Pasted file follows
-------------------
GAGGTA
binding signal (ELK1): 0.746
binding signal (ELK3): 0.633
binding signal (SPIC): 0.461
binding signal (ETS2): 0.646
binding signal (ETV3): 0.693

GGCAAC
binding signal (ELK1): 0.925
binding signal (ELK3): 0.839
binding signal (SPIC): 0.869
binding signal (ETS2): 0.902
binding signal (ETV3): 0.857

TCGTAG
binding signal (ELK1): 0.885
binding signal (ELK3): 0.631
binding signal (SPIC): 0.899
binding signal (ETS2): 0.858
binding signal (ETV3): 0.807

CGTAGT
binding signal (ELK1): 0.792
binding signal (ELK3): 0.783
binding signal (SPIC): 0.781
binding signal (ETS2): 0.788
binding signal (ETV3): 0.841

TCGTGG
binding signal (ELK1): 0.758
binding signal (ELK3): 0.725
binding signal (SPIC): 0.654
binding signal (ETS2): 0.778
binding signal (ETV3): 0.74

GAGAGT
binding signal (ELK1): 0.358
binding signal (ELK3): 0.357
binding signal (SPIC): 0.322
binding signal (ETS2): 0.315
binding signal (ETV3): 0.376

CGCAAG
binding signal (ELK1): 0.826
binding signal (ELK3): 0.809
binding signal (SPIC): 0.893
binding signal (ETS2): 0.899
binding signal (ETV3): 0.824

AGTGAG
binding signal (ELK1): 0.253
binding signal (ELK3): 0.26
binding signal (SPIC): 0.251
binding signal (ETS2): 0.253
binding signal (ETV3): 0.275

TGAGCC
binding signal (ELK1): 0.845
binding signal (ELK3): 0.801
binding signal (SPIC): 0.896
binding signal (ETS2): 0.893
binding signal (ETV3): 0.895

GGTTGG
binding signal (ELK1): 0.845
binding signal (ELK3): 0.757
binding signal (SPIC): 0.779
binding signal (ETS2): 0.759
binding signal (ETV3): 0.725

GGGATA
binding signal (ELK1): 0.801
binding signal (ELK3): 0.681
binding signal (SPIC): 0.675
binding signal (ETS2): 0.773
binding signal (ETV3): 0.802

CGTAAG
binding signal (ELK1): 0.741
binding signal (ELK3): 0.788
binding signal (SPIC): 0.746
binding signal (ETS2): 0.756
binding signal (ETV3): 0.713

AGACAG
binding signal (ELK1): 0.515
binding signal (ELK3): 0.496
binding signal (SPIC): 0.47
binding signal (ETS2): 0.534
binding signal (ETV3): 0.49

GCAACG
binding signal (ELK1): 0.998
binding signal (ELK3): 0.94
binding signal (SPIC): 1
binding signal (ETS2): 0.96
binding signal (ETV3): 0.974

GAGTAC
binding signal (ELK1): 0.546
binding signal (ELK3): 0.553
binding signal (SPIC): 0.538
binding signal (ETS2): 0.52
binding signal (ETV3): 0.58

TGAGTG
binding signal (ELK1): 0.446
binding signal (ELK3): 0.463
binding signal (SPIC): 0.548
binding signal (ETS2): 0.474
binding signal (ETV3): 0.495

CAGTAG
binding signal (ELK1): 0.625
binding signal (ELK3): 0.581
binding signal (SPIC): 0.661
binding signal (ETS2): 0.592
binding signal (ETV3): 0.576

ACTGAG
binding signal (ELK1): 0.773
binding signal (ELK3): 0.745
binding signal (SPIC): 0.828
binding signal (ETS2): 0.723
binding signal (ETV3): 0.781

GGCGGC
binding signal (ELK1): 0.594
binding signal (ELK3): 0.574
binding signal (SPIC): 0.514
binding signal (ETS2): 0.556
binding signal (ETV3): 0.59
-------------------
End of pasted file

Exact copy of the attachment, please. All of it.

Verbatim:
GAGGTA
binding signal (ELK1): 0.746
binding signal (ELK3): 0.633
binding signal (SPIC): 0.461
binding signal (ETS2): 0.646
binding signal (ETV3): 0.693

GGCAAC
binding signal (ELK1): 0.925
binding signal (ELK3): 0.839
binding signal (SPIC): 0.869
binding signal (ETS2): 0.902
binding signal (ETV3): 0.857

TCGTAG
binding signal (ELK1): 0.885
binding signal (ELK3): 0.631
binding signal (SPIC): 0.899
binding signal (ETS2): 0.858
binding signal (ETV3): 0.807

CGTAGT
binding signal (ELK1): 0.792
binding signal (ELK3): 0.783
binding signal (SPIC): 0.781
binding signal (ETS2): 0.788
binding signal (ETV3): 0.841

TCGTGG
binding signal (ELK1): 0.758
binding signal (ELK3): 0.725
binding signal (SPIC): 0.654
binding signal (ETS2): 0.778
binding signal (ETV3): 0.74

GAGAGT
binding signal (ELK1): 0.358
binding signal (ELK3): 0.357
binding signal (SPIC): 0.322
binding signal (ETS2): 0.315
binding signal (ETV3): 0.376

CGCAAG
binding signal (ELK1): 0.826
binding signal (ELK3): 0.809
binding signal (SPIC): 0.893
binding signal (ETS2): 0.899
binding signal (ETV3): 0.824

AGTGAG
binding signal (ELK1): 0.253
binding signal (ELK3): 0.26
binding signal (SPIC): 0.251
binding signal (ETS2): 0.253
binding signal (ETV3): 0.275

TGAGCC
binding signal (ELK1): 0.845
binding signal (ELK3): 0.801
binding signal (SPIC): 0.896
binding signal (ETS2): 0.893
binding signal (ETV3): 0.895

GGTTGG
binding signal (ELK1): 0.845
binding signal (ELK3): 0.757
binding signal (SPIC): 0.779
binding signal (ETS2): 0.759
binding signal (ETV3): 0.725

GGGATA
binding signal (ELK1): 0.801
binding signal (ELK3): 0.681
binding signal (SPIC): 0.675
binding signal (ETS2): 0.773
binding signal (ETV3): 0.802

CGTAAG
binding signal (ELK1): 0.741
binding signal (ELK3): 0.788
binding signal (SPIC): 0.746
binding signal (ETS2): 0.756
binding signal (ETV3): 0.713

AGACAG
binding signal (ELK1): 0.515
binding signal (ELK3): 0.496
binding signal (SPIC): 0.47
binding signal (ETS2): 0.534
binding signal (ETV3): 0.49

GCAACG
binding signal (ELK1): 0.998
binding signal (ELK3): 0.94
binding signal (SPIC): 1
binding signal (ETS2): 0.96
binding signal (ETV3): 0.974

GAGTAC
binding signal (ELK1): 0.546
binding signal (ELK3): 0.553
binding signal (SPIC): 0.538
binding signal (ETS2): 0.52
binding signal (ETV3): 0.58

TGAGTG
binding signal (ELK1): 0.446
binding signal (ELK3): 0.463
binding signal (SPIC): 0.548
binding signal (ETS2): 0.474
binding signal (ETV3): 0.495

CAGTAG
binding signal (ELK1): 0.625
binding signal (ELK3): 0.581
binding signal (SPIC): 0.661
binding signal (ETS2): 0.592
binding signal (ETV3): 0.576

ACTGAG
binding signal (ELK1): 0.773
binding signal (ELK3): 0.745
binding signal (SPIC): 0.828
binding signal (ETS2): 0.723
binding signal (ETV3): 0.781

GGCGGC
binding signal (ELK1): 0.594
binding signal (ELK3): 0.574
binding signal (SPIC): 0.514
binding signal (ETS2): 0.556
binding signal (ETV3): 0.59